When I first met her two girls, I could not picture myself as their father. As my relationship with their mother progressed, my role transformed from somebody they were unsure of and shy around to somebody to be trusted. We started as friends and spent countless hours getting to know each other. As time rolled on, I realized I had fallen in love with all of them. My life changed from a simple pursuit of my own pleasure to that of a proud and protective father. I was shocked to realize I wanted them around as much as possible.

With no idea what I was getting into, I immersed myself fully into their lives, married their mother and marched blindly into fatherhood. Along the way, I learned a great deal. Mistakes were made, but ultimately I found what it takes to raise healthy, successful children, even if they started out as somebody else’s.

There are infinite ways to be a parent. I found these 10 to be the most important for us:

1. Love their mother (or father). It all begins here; without the love, the rest is impossible.

2. Be honest. Kids are perceptive. You don’t have to tell them everything about your life, but what you choose to tell, tell the truth. At times, a colorful story about your past (we all have plenty of those!) doesn’t hurt; kids find it easy to bond with somebody willing to laugh at their previous mistakes. It makes us more human.

3. Be fun. It’s not hard. Remember how it feels to be a kid. Time spent with a child is a gift; there aren’t many second chances. Seize the opportunity, play a game, go for a walk, find something interesting to do that you all enjoy. It doesn’t have to cost anything. Kids are fascinated with anything if a caring adult who is giving them the attention they crave presents it to them.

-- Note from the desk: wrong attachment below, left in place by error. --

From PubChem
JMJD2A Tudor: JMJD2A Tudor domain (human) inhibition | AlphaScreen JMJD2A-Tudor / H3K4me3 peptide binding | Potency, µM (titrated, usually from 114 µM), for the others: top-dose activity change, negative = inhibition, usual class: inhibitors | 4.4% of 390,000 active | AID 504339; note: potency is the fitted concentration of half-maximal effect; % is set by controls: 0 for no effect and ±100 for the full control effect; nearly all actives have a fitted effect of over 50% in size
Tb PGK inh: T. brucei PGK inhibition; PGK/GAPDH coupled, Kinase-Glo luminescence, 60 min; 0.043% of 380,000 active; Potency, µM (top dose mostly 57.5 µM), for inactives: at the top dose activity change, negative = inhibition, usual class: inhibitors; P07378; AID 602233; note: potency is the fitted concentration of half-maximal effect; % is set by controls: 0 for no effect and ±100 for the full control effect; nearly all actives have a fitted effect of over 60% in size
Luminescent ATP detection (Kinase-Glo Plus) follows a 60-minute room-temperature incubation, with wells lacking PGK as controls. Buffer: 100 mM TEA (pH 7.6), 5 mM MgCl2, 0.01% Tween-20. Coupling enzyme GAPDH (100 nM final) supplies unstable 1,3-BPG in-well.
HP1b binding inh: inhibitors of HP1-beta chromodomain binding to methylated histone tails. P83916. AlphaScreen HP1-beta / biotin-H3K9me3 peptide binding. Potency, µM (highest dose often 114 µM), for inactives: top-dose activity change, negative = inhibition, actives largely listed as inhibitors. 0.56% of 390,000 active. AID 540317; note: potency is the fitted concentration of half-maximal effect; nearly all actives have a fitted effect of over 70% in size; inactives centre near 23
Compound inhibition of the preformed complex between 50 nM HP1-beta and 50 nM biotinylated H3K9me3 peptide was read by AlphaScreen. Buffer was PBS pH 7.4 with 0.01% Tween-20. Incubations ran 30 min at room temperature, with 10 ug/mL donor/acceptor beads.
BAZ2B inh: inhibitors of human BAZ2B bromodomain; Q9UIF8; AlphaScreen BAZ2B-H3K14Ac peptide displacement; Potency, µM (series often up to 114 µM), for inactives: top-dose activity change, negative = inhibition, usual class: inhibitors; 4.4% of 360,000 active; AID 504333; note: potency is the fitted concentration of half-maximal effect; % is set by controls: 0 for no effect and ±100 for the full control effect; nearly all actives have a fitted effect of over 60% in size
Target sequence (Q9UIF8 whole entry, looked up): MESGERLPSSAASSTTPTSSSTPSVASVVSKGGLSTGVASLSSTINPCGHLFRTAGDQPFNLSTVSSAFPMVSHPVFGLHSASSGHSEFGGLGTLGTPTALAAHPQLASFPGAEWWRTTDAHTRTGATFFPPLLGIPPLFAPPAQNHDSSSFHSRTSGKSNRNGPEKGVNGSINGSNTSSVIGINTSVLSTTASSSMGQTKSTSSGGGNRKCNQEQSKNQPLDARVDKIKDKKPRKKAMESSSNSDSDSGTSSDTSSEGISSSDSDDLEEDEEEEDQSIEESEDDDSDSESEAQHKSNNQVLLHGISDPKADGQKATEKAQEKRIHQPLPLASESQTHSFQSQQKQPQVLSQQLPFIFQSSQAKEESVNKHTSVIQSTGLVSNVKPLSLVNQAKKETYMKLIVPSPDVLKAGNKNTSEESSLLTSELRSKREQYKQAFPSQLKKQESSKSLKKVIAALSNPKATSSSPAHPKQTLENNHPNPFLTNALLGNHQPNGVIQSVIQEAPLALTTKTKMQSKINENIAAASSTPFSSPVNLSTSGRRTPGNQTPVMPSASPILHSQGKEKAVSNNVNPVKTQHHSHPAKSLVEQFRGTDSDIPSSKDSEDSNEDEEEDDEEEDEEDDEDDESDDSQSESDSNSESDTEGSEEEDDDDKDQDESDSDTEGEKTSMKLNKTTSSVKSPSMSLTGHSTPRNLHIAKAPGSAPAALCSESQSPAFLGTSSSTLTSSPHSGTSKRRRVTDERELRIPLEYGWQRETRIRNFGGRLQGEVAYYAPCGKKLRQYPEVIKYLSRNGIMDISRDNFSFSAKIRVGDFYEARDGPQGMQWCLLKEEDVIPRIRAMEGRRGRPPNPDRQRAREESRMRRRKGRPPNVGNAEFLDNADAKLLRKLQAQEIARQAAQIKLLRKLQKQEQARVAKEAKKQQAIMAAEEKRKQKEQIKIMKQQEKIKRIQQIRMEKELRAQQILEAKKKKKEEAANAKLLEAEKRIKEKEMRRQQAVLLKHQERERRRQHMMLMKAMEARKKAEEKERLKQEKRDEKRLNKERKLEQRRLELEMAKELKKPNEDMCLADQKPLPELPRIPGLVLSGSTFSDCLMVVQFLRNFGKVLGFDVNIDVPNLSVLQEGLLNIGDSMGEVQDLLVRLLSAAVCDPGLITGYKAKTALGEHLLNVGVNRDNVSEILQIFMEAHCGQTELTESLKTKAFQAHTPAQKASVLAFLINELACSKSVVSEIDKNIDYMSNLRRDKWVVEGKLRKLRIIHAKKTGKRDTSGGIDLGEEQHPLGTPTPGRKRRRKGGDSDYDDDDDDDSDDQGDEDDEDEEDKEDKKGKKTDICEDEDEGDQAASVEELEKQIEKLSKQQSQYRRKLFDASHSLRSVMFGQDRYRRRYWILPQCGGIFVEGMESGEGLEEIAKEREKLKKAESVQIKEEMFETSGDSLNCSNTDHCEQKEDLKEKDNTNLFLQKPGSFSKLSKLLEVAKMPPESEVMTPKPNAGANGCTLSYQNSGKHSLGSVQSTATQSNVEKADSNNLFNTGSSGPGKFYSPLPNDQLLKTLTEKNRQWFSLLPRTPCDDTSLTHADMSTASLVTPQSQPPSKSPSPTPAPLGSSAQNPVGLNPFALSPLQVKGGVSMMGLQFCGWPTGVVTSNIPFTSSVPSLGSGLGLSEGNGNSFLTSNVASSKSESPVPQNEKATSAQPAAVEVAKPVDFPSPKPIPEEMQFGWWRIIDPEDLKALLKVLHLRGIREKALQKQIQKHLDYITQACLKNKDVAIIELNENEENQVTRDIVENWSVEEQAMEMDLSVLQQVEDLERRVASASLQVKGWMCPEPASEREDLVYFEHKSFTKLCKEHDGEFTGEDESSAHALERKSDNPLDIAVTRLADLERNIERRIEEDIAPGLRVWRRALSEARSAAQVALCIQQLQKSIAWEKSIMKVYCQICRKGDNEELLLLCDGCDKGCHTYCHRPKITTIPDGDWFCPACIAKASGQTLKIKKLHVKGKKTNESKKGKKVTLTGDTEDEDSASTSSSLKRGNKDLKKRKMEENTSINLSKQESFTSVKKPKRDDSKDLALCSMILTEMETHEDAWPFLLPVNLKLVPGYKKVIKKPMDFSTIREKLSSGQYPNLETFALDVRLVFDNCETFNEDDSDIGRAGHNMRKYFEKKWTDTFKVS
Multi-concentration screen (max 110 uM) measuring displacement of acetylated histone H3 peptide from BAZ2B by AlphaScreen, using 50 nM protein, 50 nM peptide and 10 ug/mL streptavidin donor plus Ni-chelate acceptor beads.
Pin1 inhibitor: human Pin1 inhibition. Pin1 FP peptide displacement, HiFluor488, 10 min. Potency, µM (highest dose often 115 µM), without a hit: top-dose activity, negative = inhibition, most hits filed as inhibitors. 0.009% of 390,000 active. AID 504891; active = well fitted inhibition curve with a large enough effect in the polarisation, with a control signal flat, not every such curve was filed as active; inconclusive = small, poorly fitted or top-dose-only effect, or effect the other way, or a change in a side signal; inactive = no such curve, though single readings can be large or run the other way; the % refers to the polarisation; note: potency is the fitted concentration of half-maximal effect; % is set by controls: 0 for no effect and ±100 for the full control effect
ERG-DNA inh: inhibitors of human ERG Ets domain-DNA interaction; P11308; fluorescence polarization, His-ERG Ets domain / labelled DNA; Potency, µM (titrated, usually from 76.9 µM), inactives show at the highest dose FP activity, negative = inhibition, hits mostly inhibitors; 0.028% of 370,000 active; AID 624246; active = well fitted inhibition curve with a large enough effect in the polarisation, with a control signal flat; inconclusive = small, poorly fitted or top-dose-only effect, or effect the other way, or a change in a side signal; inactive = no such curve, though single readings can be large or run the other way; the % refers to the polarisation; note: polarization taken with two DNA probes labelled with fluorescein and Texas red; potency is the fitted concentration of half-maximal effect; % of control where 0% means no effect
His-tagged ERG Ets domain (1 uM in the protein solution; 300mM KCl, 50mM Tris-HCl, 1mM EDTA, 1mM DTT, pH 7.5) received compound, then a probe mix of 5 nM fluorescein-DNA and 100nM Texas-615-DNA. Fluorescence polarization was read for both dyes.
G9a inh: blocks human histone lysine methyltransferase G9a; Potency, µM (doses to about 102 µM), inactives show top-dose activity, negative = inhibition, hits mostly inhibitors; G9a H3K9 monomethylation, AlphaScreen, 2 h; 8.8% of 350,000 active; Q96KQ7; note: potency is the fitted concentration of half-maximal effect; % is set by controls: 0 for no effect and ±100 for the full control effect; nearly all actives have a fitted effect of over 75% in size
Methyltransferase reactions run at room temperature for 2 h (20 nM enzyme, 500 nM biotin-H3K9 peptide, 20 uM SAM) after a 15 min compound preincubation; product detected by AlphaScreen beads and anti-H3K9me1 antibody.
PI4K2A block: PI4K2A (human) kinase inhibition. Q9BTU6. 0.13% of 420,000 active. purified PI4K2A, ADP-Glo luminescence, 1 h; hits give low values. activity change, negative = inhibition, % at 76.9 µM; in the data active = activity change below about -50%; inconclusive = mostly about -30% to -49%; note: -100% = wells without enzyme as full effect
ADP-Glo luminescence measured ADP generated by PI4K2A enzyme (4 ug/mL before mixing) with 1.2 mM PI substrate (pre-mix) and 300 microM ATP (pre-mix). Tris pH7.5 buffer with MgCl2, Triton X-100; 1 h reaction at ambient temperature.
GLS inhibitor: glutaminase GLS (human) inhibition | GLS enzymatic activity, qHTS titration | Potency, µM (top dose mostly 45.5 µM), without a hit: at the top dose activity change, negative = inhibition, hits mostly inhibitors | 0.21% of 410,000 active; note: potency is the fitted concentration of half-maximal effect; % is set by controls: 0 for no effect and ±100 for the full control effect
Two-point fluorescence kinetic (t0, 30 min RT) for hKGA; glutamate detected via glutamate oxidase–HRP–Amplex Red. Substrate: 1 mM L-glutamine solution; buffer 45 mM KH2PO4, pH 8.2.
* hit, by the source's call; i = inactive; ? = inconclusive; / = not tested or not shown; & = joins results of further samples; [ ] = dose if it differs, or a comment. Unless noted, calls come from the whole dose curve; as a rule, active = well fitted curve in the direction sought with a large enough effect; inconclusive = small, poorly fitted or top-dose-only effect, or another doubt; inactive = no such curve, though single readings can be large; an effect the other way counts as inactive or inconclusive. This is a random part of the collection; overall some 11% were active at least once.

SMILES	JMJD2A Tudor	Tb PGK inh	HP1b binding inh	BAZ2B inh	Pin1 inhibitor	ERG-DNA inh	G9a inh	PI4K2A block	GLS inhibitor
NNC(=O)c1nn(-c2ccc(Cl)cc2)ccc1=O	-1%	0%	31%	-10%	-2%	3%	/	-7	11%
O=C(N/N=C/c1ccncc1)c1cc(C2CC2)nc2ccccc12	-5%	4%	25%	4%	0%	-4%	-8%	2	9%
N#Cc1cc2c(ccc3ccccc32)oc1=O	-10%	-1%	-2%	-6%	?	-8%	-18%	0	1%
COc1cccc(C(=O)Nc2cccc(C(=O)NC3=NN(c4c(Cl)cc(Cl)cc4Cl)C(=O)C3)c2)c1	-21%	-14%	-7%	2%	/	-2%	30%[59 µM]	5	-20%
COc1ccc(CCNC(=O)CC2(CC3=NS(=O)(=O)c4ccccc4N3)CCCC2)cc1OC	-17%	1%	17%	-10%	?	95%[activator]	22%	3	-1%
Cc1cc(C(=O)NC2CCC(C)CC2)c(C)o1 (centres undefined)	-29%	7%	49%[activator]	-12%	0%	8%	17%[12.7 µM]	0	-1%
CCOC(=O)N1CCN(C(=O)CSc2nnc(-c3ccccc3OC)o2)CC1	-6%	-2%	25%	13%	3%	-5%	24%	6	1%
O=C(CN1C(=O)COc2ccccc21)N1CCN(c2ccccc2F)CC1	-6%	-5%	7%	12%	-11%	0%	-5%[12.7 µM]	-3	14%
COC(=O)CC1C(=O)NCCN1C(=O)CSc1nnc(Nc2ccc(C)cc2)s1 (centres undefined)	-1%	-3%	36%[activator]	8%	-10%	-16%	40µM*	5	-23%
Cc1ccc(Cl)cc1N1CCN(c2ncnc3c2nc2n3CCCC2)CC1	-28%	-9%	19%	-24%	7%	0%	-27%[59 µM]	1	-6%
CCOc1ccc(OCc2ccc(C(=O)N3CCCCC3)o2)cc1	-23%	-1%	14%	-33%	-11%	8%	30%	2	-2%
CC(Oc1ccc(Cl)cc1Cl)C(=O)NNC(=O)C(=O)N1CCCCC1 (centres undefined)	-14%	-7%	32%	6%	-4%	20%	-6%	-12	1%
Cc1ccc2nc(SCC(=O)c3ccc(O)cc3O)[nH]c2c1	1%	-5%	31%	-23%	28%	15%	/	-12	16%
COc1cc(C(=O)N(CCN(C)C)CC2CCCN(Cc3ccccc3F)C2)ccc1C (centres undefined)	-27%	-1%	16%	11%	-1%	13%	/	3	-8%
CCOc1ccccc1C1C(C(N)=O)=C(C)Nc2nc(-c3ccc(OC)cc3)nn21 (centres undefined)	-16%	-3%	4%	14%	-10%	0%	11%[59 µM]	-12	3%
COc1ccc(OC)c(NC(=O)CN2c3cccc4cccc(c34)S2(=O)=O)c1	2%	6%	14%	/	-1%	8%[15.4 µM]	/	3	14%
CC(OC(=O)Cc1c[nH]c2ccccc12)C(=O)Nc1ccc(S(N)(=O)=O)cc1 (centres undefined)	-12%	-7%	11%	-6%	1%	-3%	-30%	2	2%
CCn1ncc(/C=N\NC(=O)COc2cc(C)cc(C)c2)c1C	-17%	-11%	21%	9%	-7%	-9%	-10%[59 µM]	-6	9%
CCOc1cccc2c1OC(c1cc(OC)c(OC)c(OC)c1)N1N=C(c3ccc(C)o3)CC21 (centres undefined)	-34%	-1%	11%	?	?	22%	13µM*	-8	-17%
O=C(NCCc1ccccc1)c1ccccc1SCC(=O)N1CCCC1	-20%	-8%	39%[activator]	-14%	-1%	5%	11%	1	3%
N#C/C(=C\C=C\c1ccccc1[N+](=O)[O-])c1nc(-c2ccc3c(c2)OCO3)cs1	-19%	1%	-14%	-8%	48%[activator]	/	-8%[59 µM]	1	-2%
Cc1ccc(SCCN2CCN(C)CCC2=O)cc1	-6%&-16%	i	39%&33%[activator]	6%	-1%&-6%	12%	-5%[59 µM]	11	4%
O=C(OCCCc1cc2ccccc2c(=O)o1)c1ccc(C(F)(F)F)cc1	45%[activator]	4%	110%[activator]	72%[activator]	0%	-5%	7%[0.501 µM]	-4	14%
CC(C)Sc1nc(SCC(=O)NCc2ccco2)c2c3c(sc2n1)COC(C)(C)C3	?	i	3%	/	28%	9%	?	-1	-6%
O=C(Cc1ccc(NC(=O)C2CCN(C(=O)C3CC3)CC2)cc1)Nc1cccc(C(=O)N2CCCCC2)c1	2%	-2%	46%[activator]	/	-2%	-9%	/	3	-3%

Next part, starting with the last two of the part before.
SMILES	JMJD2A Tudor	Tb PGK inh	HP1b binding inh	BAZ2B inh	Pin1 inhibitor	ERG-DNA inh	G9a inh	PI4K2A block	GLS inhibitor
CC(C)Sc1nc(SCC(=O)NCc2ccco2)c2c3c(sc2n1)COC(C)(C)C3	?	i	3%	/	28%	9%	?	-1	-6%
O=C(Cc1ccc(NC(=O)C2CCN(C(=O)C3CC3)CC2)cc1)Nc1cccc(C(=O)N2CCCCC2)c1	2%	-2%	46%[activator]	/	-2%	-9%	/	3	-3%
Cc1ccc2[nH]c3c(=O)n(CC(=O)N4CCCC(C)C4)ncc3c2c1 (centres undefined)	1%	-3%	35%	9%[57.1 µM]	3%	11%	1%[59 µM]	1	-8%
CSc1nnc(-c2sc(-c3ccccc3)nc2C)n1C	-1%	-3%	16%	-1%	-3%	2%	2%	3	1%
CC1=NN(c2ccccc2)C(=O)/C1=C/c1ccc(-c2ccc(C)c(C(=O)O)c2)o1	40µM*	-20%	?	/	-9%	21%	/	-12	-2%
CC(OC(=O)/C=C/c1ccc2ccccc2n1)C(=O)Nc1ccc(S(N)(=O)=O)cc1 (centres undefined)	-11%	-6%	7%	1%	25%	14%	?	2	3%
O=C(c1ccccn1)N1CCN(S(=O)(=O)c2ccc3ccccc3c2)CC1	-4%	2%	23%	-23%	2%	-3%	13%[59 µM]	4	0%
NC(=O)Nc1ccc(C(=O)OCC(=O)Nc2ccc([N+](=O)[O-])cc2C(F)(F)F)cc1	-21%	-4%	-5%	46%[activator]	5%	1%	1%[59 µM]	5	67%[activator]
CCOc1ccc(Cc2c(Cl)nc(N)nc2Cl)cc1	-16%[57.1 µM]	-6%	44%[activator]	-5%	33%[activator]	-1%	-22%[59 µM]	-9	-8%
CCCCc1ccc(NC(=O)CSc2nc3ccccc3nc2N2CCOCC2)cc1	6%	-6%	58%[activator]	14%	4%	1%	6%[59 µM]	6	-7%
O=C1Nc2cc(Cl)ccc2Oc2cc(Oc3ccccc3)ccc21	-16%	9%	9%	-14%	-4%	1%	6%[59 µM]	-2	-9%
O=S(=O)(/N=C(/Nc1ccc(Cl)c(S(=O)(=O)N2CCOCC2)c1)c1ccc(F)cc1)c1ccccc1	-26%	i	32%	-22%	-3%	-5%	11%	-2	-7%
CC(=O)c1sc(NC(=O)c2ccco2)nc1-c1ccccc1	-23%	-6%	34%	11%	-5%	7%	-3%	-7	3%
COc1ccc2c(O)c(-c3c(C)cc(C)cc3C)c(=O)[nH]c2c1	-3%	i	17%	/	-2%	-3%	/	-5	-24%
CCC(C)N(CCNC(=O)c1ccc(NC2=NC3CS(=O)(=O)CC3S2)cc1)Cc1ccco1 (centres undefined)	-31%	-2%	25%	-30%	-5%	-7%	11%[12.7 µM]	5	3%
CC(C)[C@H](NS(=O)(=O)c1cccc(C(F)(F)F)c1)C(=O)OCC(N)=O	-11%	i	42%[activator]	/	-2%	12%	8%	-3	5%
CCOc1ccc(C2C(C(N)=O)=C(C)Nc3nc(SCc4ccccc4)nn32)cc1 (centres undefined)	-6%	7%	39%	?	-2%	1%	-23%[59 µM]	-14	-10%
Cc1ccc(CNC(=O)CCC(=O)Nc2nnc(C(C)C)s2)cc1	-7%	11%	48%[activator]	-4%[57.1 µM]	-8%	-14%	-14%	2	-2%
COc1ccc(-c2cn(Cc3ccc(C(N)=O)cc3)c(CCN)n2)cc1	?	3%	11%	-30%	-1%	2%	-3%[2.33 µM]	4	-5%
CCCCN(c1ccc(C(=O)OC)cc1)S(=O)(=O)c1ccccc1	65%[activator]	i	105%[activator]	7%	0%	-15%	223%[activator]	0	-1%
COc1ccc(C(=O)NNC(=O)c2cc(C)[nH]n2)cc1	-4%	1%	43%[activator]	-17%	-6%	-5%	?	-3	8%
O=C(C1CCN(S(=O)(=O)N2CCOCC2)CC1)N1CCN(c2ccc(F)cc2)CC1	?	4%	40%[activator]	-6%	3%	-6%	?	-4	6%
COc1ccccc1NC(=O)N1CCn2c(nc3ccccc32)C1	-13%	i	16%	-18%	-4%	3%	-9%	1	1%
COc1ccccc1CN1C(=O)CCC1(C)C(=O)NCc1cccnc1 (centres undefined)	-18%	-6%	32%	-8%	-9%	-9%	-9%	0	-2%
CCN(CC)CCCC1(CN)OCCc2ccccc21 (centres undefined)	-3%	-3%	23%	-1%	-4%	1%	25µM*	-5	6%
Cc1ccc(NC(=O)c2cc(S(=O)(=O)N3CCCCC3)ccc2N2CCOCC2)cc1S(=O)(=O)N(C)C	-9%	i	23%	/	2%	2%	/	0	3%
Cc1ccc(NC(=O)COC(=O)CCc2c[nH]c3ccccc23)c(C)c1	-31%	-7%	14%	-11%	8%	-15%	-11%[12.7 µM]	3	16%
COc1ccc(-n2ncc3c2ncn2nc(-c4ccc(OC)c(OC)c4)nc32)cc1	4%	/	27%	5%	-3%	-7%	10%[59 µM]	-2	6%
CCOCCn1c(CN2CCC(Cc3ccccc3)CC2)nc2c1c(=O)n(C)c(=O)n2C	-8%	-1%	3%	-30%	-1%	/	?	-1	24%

4. Be fair. They will get over the fact that you made them go to bed at 8:30 p.m. if it happens every night and their siblings get the same treatment. (An occasional breaking of the rules feels all the sweeter when it is an aberration from the norm.)

5. Avoid power struggles. In most cases, let the biological parent rule. Be supportive. Occasionally you have to “put your foot down.” Try not to stomp too hard, they never forget.

6. Know your place. You are the step-parent. They have two biological parents, and you are not one of them. In time, you may become accepted as their parent, but there is no guarantee. My youngest daughter calls me Michael. One day, I overheard a friend ask her why she didn’t call me “Dad.” She answered, “Because to me, Dad and Michael mean the same thing.” That day came 10 years into our relationship when she was 15 years old. I thought she had forgotten I existed. How wrong I was.

7. Be productive. Kids share enormous pride in your accomplishments. Your standing in the community reflects on them. They are embarrassed to be associated with somebody who shows little or no pride in their appearance, home or work. Whatever it is you do, do it well; the kids will benefit.

8. Love them. To love them, you must understand them, be a part of their lives. Love builds trust. It is OK to not unconditionally love your spouse’s children. If the kids are truly obnoxious, rip wings off butterflies, eat ants and are mean to your dog, try to find qualities in them that are worthy of love and build on that. Love must be earned for it to be real. Look for traits you admire and feed off them. Encourage the positive.

9. Listen. It seems simple, but listening is a skill that is sorely lacking. It is hard to hear when you are talking. Actively listen. Show interest and ask questions. Be an ally, not the enemy.

10. Listen! Just in case you weren’t listening.

Families are a challenge under the best circumstances. A stepfamily takes it to another level. I am fortunate. As with most things in life, the bigger the challenge, the greater the reward. I met and married the woman of my dreams. Because she came with two kids, my happiness tripled. I never imagined that what I thought might be a burden would become my greatest joy.